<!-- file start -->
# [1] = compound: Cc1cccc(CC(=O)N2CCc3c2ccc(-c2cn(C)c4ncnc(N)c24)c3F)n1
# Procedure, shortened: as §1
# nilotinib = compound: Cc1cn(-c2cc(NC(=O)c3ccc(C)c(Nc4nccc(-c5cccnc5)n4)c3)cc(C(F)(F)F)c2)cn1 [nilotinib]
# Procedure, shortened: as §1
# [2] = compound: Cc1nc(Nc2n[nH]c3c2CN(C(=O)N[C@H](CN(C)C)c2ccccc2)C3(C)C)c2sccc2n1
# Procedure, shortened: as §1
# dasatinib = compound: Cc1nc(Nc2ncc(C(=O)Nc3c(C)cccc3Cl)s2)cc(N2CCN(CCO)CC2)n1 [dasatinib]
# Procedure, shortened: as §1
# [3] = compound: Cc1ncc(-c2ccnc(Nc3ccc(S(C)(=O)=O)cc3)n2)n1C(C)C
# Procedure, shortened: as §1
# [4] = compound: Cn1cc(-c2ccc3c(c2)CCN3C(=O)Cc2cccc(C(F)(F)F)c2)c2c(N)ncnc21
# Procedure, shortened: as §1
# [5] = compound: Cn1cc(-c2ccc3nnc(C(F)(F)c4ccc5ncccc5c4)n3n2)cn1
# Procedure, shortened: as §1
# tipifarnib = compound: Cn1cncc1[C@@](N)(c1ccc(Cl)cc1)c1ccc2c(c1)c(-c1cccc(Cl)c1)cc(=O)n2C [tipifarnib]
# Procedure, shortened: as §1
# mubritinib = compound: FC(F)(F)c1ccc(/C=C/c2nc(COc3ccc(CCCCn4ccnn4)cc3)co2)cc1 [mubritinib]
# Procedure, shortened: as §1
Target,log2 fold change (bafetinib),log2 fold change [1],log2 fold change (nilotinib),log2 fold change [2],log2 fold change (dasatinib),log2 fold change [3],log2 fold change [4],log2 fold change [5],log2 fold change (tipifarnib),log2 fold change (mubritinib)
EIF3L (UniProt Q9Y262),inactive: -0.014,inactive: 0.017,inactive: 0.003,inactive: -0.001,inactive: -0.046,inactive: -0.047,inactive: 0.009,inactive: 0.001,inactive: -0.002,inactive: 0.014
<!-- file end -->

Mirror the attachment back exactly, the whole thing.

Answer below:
# [1] = compound: Cc1cccc(CC(=O)N2CCc3c2ccc(-c2cn(C)c4ncnc(N)c24)c3F)n1
# Procedure, shortened: as §1
# nilotinib = compound: Cc1cn(-c2cc(NC(=O)c3ccc(C)c(Nc4nccc(-c5cccnc5)n4)c3)cc(C(F)(F)F)c2)cn1 [nilotinib]
# Procedure, shortened: as §1
# [2] = compound: Cc1nc(Nc2n[nH]c3c2CN(C(=O)N[C@H](CN(C)C)c2ccccc2)C3(C)C)c2sccc2n1
# Procedure, shortened: as §1
# dasatinib = compound: Cc1nc(Nc2ncc(C(=O)Nc3c(C)cccc3Cl)s2)cc(N2CCN(CCO)CC2)n1 [dasatinib]
# Procedure, shortened: as §1
# [3] = compound: Cc1ncc(-c2ccnc(Nc3ccc(S(C)(=O)=O)cc3)n2)n1C(C)C
# Procedure, shortened: as §1
# [4] = compound: Cn1cc(-c2ccc3c(c2)CCN3C(=O)Cc2cccc(C(F)(F)F)c2)c2c(N)ncnc21
# Procedure, shortened: as §1
# [5] = compound: Cn1cc(-c2ccc3nnc(C(F)(F)c4ccc5ncccc5c4)n3n2)cn1
# Procedure, shortened: as §1
# tipifarnib = compound: Cn1cncc1[C@@](N)(c1ccc(Cl)cc1)c1ccc2c(c1)c(-c1cccc(Cl)c1)cc(=O)n2C [tipifarnib]
# Procedure, shortened: as §1
# mubritinib = compound: FC(F)(F)c1ccc(/C=C/c2nc(COc3ccc(CCCCn4ccnn4)cc3)co2)cc1 [mubritinib]
# Procedure, shortened: as §1
Target,log2 fold change (bafetinib),log2 fold change [1],log2 fold change (nilotinib),log2 fold change [2],log2 fold change (dasatinib),log2 fold change [3],log2 fold change [4],log2 fold change [5],log2 fold change (tipifarnib),log2 fold change (mubritinib)
EIF3L (UniProt Q9Y262),inactive: -0.014,inactive: 0.017,inactive: 0.003,inactive: -0.001,inactive: -0.046,inactive: -0.047,inactive: 0.009,inactive: 0.001,inactive: -0.002,inactive: 0.014